The NFL’s Lip Service to Safety

An Eagles player turns himself into a missile

By David Croushore

This week, the NFL finally made a reasonable gesture with respect to player safety.  However, the crackdown on brutal hits is only a good start in the fight for player safety that must continue.

As Greg Easterbrook of ESPN is quick to point out, the NFL must make efforts to promote the safety of its players, not simply for the players’ sake, but for the sake of the majority of football players, high school and college athletes who will never make a dime from athletics.  These young players stand to lose much more in the event of an injury than they can ever gain.  Head and neck injuries are particularly dangerous for young athletes, as concussions have been shown to cause more long term harm when sustained before the brain has fully developed.

The NFL’s crackdown on illegal hits last week has already shown positive effects on player conduct, as multiple players this week shied away from unnecessary, brutal contact during games; however, the NFL still refuses to make player safety a serious priority by allowing players to use substandard equipment.  Helmet makers have produced multiple helmet models that have been shown to decrease the risk of concussions, but the NFL still allows players to use outdated models.  Players opt for these unsafe helmets for a variety of reasons.  While awareness of the risk of concussions has increased, many players are still not fully aware of the severity of the risk to which they expose themselves.  Safer helmets are larger and less comfortable, and players often opt for the better-looking and more comfortable models, despite the trade off in safety.  If the NFL mandated the use of safer helmets, college and high school players would follow suit.

Football, like many sports, remains a valuable way to educate young people about teamwork, discipline, dedication, and perseverance, but the potential risk of serious injury is not a worthwhile trade-off.  In 1905, president Theordore Roosevelt convinced early football programs to change the rules of play in order to make football safer, so there is precedent in football for rule changes in the name of safety.  As scientific knowledge of the risk of football related injuries has improved, it has become apparent than more change is necessary.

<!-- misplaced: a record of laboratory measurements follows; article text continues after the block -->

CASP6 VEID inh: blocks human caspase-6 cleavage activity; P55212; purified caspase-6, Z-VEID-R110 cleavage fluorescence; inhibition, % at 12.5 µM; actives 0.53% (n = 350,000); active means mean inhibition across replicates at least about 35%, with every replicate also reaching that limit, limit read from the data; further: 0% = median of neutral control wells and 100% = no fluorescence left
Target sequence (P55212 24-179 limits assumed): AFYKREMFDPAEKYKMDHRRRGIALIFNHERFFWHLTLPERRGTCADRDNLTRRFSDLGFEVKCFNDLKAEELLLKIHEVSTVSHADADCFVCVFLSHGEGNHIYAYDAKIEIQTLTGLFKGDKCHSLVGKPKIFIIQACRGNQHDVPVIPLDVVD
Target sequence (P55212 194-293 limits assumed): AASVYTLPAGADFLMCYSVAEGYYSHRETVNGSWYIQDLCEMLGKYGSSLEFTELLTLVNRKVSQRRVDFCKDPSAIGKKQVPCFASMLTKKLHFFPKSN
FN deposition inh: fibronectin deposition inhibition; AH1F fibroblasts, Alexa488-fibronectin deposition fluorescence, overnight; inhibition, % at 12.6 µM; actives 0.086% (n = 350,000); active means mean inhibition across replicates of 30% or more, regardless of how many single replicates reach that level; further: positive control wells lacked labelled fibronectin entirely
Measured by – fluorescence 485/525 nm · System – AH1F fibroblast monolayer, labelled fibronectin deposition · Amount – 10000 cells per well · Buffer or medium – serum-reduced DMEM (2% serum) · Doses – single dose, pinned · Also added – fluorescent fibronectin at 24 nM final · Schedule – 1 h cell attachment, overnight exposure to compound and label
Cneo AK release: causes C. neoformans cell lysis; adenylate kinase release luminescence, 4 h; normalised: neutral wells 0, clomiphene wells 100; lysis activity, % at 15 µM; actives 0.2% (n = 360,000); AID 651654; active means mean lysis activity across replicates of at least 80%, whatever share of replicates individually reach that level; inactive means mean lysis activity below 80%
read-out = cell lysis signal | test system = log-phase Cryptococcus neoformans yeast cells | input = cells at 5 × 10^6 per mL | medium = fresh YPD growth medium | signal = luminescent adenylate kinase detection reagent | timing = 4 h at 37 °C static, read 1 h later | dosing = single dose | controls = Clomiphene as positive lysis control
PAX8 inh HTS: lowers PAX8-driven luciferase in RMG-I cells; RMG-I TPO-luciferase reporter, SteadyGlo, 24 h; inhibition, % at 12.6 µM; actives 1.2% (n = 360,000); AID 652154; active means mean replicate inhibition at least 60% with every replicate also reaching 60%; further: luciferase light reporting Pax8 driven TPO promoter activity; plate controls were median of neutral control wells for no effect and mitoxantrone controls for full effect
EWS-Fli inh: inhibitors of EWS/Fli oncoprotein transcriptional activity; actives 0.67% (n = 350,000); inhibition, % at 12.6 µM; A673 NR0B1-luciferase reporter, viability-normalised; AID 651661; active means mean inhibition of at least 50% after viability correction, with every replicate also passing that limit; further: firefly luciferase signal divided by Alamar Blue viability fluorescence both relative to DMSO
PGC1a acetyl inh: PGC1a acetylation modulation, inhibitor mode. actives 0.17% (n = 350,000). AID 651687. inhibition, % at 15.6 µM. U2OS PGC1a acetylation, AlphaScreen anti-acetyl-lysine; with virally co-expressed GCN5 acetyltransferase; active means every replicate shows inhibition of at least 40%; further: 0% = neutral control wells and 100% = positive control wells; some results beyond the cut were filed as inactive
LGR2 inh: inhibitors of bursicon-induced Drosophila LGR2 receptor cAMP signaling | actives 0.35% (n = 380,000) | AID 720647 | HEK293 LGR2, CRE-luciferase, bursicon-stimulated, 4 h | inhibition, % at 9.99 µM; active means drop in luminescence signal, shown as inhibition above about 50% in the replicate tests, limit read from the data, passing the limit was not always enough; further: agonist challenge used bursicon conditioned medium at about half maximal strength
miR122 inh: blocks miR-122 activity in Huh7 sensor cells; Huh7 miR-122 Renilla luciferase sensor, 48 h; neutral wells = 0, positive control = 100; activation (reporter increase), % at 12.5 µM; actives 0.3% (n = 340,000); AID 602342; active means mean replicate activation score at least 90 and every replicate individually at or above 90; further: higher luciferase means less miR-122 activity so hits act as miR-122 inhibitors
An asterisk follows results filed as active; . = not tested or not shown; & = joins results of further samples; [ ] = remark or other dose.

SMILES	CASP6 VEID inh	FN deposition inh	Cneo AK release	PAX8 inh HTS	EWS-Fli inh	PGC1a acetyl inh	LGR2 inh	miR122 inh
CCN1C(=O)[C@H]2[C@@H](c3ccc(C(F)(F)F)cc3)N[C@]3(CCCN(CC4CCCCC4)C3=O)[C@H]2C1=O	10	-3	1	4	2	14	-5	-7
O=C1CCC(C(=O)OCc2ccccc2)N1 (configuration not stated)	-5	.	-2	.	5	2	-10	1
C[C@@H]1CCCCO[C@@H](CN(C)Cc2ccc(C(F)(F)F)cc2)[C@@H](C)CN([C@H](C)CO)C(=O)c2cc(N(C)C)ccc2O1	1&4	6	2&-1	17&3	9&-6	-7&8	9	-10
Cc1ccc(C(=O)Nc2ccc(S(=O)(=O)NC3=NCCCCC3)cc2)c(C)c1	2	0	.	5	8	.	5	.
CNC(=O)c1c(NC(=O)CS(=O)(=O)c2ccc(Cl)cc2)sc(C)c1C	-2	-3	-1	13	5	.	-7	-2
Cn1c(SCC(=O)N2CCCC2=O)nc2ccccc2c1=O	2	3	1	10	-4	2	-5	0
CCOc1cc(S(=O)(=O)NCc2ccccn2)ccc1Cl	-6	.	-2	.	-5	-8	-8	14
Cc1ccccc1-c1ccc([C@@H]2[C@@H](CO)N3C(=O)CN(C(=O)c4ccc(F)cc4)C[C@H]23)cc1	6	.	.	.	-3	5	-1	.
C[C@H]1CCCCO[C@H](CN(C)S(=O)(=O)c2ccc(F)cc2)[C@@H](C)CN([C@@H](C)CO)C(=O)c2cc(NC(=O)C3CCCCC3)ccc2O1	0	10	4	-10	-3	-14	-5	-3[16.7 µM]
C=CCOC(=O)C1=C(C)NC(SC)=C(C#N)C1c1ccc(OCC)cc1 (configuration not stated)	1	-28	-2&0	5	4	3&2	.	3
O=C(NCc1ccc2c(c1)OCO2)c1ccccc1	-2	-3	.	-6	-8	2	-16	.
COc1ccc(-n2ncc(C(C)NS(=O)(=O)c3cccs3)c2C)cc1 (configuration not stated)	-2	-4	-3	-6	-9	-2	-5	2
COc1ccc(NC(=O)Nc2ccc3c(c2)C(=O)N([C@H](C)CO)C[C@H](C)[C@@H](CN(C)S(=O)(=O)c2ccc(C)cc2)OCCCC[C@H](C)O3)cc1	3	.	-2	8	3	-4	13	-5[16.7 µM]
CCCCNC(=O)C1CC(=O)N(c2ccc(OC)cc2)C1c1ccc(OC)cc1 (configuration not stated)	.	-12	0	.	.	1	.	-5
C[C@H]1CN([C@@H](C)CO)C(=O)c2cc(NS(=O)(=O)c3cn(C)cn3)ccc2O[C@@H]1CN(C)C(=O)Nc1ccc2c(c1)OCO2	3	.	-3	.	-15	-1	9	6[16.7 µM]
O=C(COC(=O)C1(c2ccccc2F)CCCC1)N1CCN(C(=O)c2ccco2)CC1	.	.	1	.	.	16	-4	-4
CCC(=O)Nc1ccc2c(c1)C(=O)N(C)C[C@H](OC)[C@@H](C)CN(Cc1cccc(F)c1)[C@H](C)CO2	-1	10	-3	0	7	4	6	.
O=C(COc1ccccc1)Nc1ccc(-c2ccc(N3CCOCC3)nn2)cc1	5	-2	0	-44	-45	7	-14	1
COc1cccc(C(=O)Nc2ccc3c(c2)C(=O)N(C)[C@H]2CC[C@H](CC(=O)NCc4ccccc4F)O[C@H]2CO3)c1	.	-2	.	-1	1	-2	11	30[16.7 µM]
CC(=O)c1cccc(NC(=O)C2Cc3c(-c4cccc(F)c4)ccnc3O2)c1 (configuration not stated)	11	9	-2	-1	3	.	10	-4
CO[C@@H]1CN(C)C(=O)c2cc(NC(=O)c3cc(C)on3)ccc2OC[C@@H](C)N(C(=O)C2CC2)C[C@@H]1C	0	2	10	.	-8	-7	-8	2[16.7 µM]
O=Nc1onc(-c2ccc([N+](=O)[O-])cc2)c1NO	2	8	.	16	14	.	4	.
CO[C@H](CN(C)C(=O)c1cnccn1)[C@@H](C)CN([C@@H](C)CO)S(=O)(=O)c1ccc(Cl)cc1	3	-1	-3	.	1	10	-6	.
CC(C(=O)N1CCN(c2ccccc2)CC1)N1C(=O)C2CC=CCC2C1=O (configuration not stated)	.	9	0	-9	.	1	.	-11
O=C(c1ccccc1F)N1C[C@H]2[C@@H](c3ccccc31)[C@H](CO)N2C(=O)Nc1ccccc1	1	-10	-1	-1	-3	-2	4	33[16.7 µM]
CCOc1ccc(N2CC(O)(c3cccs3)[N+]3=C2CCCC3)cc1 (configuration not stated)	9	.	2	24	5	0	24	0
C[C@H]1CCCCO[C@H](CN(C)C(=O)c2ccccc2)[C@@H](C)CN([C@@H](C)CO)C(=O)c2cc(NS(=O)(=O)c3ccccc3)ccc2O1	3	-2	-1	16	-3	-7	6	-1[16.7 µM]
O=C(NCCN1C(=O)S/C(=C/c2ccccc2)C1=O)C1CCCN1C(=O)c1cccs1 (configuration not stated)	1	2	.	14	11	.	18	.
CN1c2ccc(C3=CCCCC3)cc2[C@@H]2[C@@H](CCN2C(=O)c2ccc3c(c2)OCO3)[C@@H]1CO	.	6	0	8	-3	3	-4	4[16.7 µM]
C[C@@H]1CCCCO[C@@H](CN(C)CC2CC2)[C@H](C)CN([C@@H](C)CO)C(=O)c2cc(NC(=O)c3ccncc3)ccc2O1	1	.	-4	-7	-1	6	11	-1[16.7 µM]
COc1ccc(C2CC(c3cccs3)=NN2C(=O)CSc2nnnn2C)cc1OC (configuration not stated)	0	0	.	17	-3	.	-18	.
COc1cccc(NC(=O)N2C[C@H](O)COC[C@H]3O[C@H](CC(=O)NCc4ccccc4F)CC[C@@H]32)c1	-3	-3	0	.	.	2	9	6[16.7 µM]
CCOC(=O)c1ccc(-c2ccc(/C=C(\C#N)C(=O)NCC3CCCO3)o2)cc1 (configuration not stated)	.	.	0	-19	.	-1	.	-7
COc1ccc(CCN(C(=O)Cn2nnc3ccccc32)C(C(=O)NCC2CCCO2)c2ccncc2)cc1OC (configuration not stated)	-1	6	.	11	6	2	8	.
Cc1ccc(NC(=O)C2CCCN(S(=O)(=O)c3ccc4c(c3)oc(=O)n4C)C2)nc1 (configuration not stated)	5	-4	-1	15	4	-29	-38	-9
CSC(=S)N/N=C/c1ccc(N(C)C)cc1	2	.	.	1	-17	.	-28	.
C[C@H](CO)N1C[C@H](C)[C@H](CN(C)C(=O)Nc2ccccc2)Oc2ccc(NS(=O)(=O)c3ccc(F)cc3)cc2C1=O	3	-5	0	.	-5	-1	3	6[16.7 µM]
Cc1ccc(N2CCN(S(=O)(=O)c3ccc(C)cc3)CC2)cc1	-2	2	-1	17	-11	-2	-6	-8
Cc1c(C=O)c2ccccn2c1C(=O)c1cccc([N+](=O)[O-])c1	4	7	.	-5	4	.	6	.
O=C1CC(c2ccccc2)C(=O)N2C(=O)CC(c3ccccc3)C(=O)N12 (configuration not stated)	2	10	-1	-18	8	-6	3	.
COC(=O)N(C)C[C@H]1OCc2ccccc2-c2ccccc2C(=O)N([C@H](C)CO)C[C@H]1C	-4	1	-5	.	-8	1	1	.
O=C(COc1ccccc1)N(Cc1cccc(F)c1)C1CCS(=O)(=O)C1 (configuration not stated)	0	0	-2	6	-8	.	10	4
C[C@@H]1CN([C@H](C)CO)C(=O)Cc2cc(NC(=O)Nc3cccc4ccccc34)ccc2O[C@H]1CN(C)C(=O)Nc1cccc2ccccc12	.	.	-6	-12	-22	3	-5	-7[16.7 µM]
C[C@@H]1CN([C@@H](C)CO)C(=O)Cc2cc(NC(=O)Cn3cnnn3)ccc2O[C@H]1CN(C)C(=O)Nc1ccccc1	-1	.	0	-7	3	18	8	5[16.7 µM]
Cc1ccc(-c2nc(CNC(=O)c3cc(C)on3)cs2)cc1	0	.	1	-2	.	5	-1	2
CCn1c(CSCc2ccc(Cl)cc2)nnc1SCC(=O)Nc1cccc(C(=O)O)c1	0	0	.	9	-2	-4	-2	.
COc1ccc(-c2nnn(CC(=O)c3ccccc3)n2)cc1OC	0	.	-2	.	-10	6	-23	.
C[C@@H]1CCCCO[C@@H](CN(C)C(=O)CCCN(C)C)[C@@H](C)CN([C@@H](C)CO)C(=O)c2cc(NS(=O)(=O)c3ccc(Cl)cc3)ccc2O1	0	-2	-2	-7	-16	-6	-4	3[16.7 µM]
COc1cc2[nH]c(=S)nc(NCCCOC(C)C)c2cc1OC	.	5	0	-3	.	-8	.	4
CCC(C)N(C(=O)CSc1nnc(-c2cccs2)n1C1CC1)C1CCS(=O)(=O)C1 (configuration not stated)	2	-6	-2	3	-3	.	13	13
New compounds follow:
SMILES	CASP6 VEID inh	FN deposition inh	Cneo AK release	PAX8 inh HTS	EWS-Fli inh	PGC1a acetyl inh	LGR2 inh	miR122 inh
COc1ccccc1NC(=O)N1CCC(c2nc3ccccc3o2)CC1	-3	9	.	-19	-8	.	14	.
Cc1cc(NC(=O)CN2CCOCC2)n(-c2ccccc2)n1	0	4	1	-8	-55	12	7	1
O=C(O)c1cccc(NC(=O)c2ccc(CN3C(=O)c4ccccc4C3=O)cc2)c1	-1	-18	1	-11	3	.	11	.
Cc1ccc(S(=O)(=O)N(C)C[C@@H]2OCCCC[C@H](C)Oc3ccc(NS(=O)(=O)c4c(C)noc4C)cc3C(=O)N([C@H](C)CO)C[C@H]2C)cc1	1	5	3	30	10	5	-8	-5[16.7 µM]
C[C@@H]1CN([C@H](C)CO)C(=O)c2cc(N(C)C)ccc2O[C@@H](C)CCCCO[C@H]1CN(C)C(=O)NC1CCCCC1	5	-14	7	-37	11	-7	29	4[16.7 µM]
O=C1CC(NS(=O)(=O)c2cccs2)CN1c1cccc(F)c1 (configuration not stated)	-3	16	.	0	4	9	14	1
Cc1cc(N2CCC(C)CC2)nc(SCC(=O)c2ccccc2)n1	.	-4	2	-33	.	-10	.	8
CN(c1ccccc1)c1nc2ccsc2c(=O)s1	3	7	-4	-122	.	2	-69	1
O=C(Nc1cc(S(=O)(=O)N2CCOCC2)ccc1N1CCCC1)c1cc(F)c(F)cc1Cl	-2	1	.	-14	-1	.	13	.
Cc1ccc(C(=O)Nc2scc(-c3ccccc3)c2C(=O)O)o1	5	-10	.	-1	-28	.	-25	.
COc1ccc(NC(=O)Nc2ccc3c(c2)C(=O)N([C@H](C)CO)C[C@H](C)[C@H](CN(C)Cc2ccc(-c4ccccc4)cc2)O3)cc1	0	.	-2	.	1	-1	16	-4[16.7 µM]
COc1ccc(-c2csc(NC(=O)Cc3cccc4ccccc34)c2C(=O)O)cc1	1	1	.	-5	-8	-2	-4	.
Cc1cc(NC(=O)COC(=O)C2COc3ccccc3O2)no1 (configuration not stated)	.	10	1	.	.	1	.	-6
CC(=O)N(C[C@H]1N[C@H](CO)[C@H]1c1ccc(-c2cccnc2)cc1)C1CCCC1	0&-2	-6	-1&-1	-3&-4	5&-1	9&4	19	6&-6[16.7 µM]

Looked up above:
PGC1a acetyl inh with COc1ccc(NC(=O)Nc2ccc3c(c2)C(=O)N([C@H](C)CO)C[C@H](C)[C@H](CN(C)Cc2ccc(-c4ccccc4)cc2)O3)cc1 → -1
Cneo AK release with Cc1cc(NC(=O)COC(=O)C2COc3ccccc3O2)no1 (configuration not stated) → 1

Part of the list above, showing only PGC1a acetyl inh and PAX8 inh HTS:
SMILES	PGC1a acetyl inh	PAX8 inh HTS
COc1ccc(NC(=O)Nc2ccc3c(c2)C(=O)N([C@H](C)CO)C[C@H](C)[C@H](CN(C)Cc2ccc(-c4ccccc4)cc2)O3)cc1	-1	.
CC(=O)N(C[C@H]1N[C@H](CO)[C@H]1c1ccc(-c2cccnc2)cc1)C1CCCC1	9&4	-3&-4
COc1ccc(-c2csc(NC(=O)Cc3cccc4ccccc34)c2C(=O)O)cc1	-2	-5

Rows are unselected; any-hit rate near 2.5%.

Helmets with a hard outer shell feel like weapons, so it is unsurprising that players wearing these helmets use them as such, turning themselves into missiles and aiming to inflict pain on their opponents.  Helmets with a soft outer shell have been used by NFL players Mark Kelso and Steve Wallace, both all pro players who put their own safety above aesthetics.  Such helmets should be adopted universally to promote player safety and discourage the tendency to use helmets as a weapon.

Other changes should be considered in the name of safety.  Mouth guards have been shown to reduce concussion risk, but the NFL does not promote the use of the highest quality mouth guards.  Again, were NFL players to use safer mouth guards, college and high school athletes would follow suit.  The football facemask, an iconic part of the modern game, is also an outdated technology.  Not only do facemasks provide the opportunity for players to find a hold on an elusive runner, exposing that player to potential neck injury, the related penalty often has an unnecessary effect on the outcome of games.  Clear plastic face guards, like those used in hockey, could reduce the risk of such injuries while eliminating the need for facemask penalties.  This change would benefit the sport in terms of both safety and competitive fairness.

The NFL’s crackdown on unnecessary brutality is a good start, but more change is needed.  If the NFL is serious about the safety of its players, and more importantly the safety of amateur athletes across the country, it must take all available steps to make the game safer.  Equipment improvements and rules changes are necessary.  Until they are adopted, the NFL is merely paying lip service to safety.  Football is a dangerous sport, and the risk of injury will never be eliminated, but the long term consequences of orthopedic injuries pales in comparison to the risk posed by neurological injuries.  An increased focus on safety would have a lasting, positive effect on the game, and our society.